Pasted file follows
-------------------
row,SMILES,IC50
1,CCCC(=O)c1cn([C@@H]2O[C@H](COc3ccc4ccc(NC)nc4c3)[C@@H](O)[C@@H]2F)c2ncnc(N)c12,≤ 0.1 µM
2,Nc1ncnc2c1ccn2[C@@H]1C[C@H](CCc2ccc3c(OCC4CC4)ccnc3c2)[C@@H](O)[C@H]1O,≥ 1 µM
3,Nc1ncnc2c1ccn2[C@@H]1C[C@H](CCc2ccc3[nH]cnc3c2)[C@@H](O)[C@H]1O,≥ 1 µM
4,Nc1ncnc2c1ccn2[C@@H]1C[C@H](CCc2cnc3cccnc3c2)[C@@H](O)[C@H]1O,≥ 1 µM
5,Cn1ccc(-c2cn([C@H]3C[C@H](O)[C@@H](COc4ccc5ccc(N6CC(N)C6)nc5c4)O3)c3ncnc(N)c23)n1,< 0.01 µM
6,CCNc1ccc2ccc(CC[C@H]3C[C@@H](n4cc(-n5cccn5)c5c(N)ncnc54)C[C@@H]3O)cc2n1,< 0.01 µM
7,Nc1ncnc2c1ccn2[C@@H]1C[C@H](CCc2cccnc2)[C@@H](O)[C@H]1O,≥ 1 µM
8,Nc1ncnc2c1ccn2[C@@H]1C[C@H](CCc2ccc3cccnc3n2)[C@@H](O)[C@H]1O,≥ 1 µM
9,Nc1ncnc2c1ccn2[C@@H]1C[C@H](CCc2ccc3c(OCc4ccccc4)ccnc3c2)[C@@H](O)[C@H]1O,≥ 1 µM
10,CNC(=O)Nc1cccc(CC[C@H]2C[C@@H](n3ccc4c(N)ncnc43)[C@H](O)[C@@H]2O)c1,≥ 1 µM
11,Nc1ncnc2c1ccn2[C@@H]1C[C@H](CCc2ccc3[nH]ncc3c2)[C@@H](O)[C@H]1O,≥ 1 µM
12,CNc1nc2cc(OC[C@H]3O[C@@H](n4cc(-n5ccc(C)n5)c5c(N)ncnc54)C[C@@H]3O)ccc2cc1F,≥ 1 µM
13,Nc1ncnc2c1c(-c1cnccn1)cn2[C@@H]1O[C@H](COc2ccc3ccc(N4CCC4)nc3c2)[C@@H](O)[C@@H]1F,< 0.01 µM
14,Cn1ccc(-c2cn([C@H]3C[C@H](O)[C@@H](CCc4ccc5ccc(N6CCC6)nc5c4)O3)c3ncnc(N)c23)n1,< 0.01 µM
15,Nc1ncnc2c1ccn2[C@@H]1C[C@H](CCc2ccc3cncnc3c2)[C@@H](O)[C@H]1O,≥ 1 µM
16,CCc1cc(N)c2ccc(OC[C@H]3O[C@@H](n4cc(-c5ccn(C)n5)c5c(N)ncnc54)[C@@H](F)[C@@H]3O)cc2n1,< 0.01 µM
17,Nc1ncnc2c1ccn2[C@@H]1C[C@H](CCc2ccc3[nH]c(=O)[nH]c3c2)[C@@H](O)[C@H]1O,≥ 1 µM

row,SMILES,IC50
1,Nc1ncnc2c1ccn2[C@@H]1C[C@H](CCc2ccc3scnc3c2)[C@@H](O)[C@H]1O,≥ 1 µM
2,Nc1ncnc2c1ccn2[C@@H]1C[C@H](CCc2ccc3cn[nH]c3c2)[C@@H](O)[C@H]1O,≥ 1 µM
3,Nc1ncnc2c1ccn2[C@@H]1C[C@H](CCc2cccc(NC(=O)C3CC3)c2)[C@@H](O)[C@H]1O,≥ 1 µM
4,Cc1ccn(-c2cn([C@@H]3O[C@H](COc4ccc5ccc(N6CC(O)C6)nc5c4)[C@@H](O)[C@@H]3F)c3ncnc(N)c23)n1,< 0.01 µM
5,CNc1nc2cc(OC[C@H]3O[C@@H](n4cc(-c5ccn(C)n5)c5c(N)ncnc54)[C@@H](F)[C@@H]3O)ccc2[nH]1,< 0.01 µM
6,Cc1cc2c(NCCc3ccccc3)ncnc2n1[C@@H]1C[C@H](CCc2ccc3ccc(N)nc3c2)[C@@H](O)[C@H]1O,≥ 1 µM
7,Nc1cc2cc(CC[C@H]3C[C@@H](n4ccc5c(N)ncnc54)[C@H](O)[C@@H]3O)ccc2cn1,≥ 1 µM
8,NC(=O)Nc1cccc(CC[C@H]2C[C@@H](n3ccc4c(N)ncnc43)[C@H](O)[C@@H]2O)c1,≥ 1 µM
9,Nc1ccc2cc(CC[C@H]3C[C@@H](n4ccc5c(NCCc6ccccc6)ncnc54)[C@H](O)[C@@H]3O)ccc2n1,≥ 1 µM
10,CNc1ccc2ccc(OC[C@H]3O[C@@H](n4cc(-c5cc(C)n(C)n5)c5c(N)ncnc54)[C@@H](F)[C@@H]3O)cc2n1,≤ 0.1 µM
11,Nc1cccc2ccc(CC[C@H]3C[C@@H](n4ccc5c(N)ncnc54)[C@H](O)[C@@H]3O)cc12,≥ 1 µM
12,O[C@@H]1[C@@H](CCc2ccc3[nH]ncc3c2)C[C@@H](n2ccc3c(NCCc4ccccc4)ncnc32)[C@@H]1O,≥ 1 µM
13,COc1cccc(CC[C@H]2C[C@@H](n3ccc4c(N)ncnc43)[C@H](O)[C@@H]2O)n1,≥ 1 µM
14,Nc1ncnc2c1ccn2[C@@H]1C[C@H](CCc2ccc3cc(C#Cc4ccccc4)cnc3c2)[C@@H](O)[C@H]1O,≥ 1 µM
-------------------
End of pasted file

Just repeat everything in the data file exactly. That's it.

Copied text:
row,SMILES,IC50
1,CCCC(=O)c1cn([C@@H]2O[C@H](COc3ccc4ccc(NC)nc4c3)[C@@H](O)[C@@H]2F)c2ncnc(N)c12,≤ 0.1 µM
2,Nc1ncnc2c1ccn2[C@@H]1C[C@H](CCc2ccc3c(OCC4CC4)ccnc3c2)[C@@H](O)[C@H]1O,≥ 1 µM
3,Nc1ncnc2c1ccn2[C@@H]1C[C@H](CCc2ccc3[nH]cnc3c2)[C@@H](O)[C@H]1O,≥ 1 µM
4,Nc1ncnc2c1ccn2[C@@H]1C[C@H](CCc2cnc3cccnc3c2)[C@@H](O)[C@H]1O,≥ 1 µM
5,Cn1ccc(-c2cn([C@H]3C[C@H](O)[C@@H](COc4ccc5ccc(N6CC(N)C6)nc5c4)O3)c3ncnc(N)c23)n1,< 0.01 µM
6,CCNc1ccc2ccc(CC[C@H]3C[C@@H](n4cc(-n5cccn5)c5c(N)ncnc54)C[C@@H]3O)cc2n1,< 0.01 µM
7,Nc1ncnc2c1ccn2[C@@H]1C[C@H](CCc2cccnc2)[C@@H](O)[C@H]1O,≥ 1 µM
8,Nc1ncnc2c1ccn2[C@@H]1C[C@H](CCc2ccc3cccnc3n2)[C@@H](O)[C@H]1O,≥ 1 µM
9,Nc1ncnc2c1ccn2[C@@H]1C[C@H](CCc2ccc3c(OCc4ccccc4)ccnc3c2)[C@@H](O)[C@H]1O,≥ 1 µM
10,CNC(=O)Nc1cccc(CC[C@H]2C[C@@H](n3ccc4c(N)ncnc43)[C@H](O)[C@@H]2O)c1,≥ 1 µM
11,Nc1ncnc2c1ccn2[C@@H]1C[C@H](CCc2ccc3[nH]ncc3c2)[C@@H](O)[C@H]1O,≥ 1 µM
12,CNc1nc2cc(OC[C@H]3O[C@@H](n4cc(-n5ccc(C)n5)c5c(N)ncnc54)C[C@@H]3O)ccc2cc1F,≥ 1 µM
13,Nc1ncnc2c1c(-c1cnccn1)cn2[C@@H]1O[C@H](COc2ccc3ccc(N4CCC4)nc3c2)[C@@H](O)[C@@H]1F,< 0.01 µM
14,Cn1ccc(-c2cn([C@H]3C[C@H](O)[C@@H](CCc4ccc5ccc(N6CCC6)nc5c4)O3)c3ncnc(N)c23)n1,< 0.01 µM
15,Nc1ncnc2c1ccn2[C@@H]1C[C@H](CCc2ccc3cncnc3c2)[C@@H](O)[C@H]1O,≥ 1 µM
16,CCc1cc(N)c2ccc(OC[C@H]3O[C@@H](n4cc(-c5ccn(C)n5)c5c(N)ncnc54)[C@@H](F)[C@@H]3O)cc2n1,< 0.01 µM
17,Nc1ncnc2c1ccn2[C@@H]1C[C@H](CCc2ccc3[nH]c(=O)[nH]c3c2)[C@@H](O)[C@H]1O,≥ 1 µM

row,SMILES,IC50
1,Nc1ncnc2c1ccn2[C@@H]1C[C@H](CCc2ccc3scnc3c2)[C@@H](O)[C@H]1O,≥ 1 µM
2,Nc1ncnc2c1ccn2[C@@H]1C[C@H](CCc2ccc3cn[nH]c3c2)[C@@H](O)[C@H]1O,≥ 1 µM
3,Nc1ncnc2c1ccn2[C@@H]1C[C@H](CCc2cccc(NC(=O)C3CC3)c2)[C@@H](O)[C@H]1O,≥ 1 µM
4,Cc1ccn(-c2cn([C@@H]3O[C@H](COc4ccc5ccc(N6CC(O)C6)nc5c4)[C@@H](O)[C@@H]3F)c3ncnc(N)c23)n1,< 0.01 µM
5,CNc1nc2cc(OC[C@H]3O[C@@H](n4cc(-c5ccn(C)n5)c5c(N)ncnc54)[C@@H](F)[C@@H]3O)ccc2[nH]1,< 0.01 µM
6,Cc1cc2c(NCCc3ccccc3)ncnc2n1[C@@H]1C[C@H](CCc2ccc3ccc(N)nc3c2)[C@@H](O)[C@H]1O,≥ 1 µM
7,Nc1cc2cc(CC[C@H]3C[C@@H](n4ccc5c(N)ncnc54)[C@H](O)[C@@H]3O)ccc2cn1,≥ 1 µM
8,NC(=O)Nc1cccc(CC[C@H]2C[C@@H](n3ccc4c(N)ncnc43)[C@H](O)[C@@H]2O)c1,≥ 1 µM
9,Nc1ccc2cc(CC[C@H]3C[C@@H](n4ccc5c(NCCc6ccccc6)ncnc54)[C@H](O)[C@@H]3O)ccc2n1,≥ 1 µM
10,CNc1ccc2ccc(OC[C@H]3O[C@@H](n4cc(-c5cc(C)n(C)n5)c5c(N)ncnc54)[C@@H](F)[C@@H]3O)cc2n1,≤ 0.1 µM
11,Nc1cccc2ccc(CC[C@H]3C[C@@H](n4ccc5c(N)ncnc54)[C@H](O)[C@@H]3O)cc12,≥ 1 µM
12,O[C@@H]1[C@@H](CCc2ccc3[nH]ncc3c2)C[C@@H](n2ccc3c(NCCc4ccccc4)ncnc32)[C@@H]1O,≥ 1 µM
13,COc1cccc(CC[C@H]2C[C@@H](n3ccc4c(N)ncnc43)[C@H](O)[C@@H]2O)n1,≥ 1 µM
14,Nc1ncnc2c1ccn2[C@@H]1C[C@H](CCc2ccc3cc(C#Cc4ccccc4)cnc3c2)[C@@H](O)[C@H]1O,≥ 1 µM